Online gamers have become a soft target for cybercrime, with three in 10 users reporting the loss of items of virtual property through fraud. ENISA, the European Network and Information Security Agency, launched a campaign to clamp down on scams in virtual worlds, which it warns are having a measurable effect on the real economy …
"Clarification of virtual property rights for more adequate theft protection"
Yes, I need clarity. Take chess: If my queen gets taken, should I call the cops? Or D&D: if a chaotic evil character knocks me out and steals my Wand of Healing, should I sue?
Also we need legislation to protect player avatars from monsters intent on killing them. Maybe get a posse together and hunt them all down to make the world a safe place. I *strongly* suspect that the game creators put these monsters in on purpose. There's an obvious class action suit in the making there.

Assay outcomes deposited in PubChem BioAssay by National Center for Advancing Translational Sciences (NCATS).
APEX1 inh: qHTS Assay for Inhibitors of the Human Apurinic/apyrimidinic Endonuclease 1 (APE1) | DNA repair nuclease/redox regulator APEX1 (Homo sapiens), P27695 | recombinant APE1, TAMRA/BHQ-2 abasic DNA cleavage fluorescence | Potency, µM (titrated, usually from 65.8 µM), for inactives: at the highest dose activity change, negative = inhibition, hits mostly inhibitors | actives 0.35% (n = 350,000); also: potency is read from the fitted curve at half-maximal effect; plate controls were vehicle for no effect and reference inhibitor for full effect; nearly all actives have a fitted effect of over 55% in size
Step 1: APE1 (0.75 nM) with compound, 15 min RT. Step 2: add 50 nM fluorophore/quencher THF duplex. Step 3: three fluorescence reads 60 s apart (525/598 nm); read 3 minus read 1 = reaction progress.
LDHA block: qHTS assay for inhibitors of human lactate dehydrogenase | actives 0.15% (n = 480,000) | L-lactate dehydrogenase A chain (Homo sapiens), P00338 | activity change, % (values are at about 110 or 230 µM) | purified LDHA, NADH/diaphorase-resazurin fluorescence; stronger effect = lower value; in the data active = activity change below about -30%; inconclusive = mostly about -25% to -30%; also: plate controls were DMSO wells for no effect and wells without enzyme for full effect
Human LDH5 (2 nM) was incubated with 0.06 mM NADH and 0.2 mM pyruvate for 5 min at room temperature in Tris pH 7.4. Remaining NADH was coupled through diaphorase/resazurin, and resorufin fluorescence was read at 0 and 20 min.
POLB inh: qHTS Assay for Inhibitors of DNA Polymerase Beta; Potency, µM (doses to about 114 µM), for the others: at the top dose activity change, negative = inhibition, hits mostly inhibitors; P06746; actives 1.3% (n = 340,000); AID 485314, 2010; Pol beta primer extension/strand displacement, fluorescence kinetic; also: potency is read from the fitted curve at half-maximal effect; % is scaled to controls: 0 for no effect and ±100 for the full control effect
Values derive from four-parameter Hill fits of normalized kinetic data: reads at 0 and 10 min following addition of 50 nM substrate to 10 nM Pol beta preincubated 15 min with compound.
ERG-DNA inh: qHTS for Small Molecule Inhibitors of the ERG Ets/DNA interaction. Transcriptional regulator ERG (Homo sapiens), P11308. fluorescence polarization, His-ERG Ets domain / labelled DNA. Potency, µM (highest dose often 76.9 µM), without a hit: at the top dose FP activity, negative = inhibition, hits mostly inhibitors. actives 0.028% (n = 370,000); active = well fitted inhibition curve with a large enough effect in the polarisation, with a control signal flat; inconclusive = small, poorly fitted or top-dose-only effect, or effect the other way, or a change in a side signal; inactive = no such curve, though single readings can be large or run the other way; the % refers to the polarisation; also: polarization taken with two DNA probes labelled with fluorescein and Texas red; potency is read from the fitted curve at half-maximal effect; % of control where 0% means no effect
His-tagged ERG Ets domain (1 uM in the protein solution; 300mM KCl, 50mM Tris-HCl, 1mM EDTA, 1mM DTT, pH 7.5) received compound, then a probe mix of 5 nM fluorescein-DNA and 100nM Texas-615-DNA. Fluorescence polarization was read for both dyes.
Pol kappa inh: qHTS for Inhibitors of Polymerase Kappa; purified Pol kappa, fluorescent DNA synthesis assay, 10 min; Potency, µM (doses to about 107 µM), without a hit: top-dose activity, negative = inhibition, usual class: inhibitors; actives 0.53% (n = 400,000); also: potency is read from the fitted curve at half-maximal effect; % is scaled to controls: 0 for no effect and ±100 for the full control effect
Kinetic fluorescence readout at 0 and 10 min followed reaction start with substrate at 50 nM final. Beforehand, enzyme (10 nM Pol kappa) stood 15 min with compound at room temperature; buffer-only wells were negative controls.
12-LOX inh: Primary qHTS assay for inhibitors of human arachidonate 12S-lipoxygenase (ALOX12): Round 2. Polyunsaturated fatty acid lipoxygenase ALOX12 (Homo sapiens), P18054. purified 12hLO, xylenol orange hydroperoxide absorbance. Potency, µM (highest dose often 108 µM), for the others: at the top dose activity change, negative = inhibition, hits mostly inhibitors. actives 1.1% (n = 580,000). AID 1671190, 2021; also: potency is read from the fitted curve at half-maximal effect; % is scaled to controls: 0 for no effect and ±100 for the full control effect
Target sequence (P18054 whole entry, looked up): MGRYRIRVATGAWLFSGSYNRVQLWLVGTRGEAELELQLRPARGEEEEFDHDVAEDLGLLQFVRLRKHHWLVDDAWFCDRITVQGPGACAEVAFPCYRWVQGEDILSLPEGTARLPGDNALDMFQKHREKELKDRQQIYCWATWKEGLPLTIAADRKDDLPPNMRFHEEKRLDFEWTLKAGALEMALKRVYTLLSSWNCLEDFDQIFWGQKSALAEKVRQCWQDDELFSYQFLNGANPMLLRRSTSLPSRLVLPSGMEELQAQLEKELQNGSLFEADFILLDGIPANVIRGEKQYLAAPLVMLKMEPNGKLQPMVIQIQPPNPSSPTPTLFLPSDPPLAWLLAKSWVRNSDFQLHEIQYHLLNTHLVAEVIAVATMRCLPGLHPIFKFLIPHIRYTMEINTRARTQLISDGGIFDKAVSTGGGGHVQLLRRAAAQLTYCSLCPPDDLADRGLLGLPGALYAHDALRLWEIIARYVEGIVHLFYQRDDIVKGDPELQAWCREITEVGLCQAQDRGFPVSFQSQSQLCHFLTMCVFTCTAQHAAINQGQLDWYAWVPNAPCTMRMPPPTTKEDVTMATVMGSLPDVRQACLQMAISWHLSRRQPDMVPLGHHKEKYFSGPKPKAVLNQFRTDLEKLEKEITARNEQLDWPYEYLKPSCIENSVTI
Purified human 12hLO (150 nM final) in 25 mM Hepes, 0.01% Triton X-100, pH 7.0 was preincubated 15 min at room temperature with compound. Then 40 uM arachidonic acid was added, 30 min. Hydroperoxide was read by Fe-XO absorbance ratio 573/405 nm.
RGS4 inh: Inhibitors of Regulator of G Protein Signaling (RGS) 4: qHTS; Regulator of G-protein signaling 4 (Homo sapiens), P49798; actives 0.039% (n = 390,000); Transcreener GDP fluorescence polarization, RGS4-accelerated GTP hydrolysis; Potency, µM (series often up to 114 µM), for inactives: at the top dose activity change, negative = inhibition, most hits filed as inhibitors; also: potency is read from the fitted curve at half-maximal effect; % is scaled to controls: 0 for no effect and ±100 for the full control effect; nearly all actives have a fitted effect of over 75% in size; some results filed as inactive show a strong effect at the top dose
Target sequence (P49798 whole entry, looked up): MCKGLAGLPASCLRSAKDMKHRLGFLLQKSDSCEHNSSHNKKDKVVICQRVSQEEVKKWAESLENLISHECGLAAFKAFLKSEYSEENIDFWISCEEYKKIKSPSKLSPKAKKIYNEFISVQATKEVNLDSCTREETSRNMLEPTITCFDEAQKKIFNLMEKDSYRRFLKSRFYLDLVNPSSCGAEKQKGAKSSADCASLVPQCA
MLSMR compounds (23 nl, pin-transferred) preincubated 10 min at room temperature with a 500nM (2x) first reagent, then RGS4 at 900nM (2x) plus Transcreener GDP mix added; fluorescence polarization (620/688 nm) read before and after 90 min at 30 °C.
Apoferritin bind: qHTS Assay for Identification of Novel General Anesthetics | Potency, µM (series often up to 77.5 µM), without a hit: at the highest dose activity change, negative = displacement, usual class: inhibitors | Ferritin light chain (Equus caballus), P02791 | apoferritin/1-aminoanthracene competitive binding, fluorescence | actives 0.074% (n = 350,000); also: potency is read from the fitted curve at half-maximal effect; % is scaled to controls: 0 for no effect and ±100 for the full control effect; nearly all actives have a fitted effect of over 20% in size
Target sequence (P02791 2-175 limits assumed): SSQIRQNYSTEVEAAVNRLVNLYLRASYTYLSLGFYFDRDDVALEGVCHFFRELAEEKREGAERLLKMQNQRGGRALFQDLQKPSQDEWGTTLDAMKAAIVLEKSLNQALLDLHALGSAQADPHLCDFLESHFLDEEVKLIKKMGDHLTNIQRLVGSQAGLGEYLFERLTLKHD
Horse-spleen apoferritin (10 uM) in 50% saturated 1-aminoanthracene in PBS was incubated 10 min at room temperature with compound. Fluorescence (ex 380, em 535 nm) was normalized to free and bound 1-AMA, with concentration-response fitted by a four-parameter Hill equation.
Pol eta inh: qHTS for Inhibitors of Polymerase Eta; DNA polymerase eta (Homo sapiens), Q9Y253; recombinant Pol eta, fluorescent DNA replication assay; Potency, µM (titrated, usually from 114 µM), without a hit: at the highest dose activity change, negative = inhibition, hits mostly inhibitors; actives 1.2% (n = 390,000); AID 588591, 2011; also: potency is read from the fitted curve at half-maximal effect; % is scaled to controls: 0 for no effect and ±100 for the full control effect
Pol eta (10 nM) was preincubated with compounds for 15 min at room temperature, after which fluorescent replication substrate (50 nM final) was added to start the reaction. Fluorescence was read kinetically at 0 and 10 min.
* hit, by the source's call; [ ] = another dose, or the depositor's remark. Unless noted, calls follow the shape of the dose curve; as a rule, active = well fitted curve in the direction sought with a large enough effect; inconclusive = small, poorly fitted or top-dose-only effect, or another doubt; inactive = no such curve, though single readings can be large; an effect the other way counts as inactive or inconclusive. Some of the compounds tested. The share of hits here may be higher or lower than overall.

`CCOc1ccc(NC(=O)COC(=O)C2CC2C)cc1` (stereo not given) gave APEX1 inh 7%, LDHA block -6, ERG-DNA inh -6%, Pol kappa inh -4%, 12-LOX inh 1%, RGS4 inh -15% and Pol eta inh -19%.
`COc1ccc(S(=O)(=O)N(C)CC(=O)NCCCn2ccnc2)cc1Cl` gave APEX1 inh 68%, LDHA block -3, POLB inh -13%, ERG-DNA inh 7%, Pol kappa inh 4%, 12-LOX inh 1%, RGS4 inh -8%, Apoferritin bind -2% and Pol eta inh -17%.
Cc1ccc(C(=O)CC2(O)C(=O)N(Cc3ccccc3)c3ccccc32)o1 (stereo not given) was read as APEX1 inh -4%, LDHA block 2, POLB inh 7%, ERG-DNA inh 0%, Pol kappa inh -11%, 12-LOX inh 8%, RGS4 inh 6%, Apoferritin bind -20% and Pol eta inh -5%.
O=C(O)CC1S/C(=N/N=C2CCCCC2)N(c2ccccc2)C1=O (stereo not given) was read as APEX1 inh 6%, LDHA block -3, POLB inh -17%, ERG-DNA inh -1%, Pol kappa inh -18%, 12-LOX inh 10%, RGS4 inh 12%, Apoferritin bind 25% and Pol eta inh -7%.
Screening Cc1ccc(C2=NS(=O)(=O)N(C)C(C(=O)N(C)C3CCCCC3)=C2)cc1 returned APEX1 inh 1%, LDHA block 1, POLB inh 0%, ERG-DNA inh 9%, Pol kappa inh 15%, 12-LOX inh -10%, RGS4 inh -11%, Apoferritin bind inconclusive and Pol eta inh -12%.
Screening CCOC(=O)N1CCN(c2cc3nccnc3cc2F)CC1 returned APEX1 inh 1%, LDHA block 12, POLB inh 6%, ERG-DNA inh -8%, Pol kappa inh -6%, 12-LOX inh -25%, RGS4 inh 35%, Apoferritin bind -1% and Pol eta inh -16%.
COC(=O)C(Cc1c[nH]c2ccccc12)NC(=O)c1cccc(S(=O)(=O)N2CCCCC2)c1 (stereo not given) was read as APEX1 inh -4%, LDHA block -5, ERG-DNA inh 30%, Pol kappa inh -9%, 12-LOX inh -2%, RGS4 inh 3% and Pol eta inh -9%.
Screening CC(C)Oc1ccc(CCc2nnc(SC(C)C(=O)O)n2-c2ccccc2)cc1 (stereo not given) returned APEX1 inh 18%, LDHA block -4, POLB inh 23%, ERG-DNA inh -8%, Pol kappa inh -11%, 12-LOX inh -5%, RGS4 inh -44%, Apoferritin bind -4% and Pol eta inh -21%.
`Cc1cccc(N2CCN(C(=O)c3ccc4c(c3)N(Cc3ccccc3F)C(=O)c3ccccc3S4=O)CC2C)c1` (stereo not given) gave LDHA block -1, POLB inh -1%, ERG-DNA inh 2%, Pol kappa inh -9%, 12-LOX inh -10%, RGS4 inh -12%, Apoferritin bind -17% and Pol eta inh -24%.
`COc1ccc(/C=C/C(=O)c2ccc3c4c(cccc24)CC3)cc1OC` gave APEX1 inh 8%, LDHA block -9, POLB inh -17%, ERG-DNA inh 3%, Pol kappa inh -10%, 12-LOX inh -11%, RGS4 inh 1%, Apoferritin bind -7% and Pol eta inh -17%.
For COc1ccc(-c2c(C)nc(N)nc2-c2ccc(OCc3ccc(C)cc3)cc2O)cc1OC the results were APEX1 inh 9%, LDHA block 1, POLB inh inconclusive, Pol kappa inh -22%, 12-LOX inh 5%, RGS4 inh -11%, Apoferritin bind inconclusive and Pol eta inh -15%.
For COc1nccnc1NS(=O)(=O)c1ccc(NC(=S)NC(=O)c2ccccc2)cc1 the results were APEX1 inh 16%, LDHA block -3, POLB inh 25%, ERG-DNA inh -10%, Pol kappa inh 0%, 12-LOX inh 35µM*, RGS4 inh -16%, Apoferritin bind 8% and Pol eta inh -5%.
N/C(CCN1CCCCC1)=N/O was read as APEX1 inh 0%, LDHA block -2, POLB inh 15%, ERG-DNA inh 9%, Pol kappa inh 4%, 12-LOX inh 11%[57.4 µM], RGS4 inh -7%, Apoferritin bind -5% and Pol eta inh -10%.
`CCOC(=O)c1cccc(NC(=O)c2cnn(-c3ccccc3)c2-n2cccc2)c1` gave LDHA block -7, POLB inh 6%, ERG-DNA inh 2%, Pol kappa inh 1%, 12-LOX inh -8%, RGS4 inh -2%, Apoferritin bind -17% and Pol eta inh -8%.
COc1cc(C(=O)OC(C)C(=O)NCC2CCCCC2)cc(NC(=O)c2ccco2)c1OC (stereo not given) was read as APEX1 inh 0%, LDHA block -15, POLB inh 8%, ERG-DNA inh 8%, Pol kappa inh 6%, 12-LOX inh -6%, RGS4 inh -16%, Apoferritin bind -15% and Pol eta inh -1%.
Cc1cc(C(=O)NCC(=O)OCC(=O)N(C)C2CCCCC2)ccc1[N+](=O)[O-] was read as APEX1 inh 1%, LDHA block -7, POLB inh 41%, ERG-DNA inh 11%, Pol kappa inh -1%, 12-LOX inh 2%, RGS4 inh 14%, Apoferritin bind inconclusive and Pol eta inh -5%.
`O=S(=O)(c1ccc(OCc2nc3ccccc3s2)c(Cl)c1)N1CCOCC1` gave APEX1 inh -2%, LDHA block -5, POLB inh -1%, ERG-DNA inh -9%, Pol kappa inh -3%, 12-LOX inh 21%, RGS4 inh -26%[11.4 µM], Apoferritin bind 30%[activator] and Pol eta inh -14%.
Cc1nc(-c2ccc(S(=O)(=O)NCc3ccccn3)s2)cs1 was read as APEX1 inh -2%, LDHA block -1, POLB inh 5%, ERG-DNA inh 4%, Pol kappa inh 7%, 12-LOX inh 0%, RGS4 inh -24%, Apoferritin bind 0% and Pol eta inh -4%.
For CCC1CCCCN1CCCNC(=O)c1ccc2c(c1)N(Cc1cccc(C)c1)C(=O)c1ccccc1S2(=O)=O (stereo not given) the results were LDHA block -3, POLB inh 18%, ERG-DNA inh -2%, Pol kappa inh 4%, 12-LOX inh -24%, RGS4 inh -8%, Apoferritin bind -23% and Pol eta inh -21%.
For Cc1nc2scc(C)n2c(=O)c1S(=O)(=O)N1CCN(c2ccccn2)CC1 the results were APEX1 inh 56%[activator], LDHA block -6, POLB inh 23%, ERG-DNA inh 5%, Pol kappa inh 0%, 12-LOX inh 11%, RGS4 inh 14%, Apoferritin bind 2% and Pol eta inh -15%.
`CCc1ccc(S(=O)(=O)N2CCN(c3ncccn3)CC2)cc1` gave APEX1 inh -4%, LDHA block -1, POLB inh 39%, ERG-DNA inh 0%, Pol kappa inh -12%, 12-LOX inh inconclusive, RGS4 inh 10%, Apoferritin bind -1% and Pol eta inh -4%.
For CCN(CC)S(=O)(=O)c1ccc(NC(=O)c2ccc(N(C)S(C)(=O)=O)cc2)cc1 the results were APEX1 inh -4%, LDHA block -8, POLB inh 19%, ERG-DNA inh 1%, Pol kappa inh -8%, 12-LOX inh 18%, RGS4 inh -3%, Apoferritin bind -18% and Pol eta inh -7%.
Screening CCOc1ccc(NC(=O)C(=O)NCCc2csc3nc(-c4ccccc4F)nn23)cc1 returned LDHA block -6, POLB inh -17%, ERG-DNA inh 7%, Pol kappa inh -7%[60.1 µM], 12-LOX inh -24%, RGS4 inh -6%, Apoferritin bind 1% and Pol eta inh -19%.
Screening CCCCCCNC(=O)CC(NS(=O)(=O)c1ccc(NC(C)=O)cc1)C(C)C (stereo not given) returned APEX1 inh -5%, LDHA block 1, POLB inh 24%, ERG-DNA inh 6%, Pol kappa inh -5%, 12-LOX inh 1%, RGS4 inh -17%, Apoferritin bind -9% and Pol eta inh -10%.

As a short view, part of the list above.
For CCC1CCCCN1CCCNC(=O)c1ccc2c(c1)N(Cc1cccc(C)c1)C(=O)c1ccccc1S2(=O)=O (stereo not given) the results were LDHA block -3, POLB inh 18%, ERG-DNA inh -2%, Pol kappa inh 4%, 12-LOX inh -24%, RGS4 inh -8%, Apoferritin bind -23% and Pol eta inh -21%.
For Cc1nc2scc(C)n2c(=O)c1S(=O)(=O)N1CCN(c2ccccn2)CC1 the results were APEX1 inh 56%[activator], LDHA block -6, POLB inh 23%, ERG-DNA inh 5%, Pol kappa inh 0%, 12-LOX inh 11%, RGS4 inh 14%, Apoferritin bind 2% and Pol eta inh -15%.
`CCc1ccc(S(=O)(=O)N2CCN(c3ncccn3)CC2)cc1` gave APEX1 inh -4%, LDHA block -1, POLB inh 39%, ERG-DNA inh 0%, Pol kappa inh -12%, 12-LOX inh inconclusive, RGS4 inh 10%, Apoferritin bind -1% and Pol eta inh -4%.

Seen two apostrophe mistakes on this site, today. What is this? The BBC?
A non-sarcastic article on virtual worlds in El Reg? Quick, pass the smelling salts someone! :)
Anywhere the money is...
Anything we want to pay money for, the scum follow.
(At least the hot furry sex is still free.)
No mention in the report about a similar study by Manchester University which went into detail about the restrictions implemented into Runescape to prevent real world trading and stealing of viortualk property. One would think by reading the report that the only online worlds that exist are Warcraft and Second Life.
- Facebook offshores HUGE WAD OF CASH to Caymans - via Ireland
- Microsoft teams up with Feds, Europol in ZeroAccess botnet zombie hunt
- Justin Bieber BEGGED for a $200k RIM JOB – and got REJECTED
- Review Bigger on the inside: WD’s Tardis-like Black² Dual Drive laptop disk
- Inside Steve Ballmer’s fondleslab rear-guard action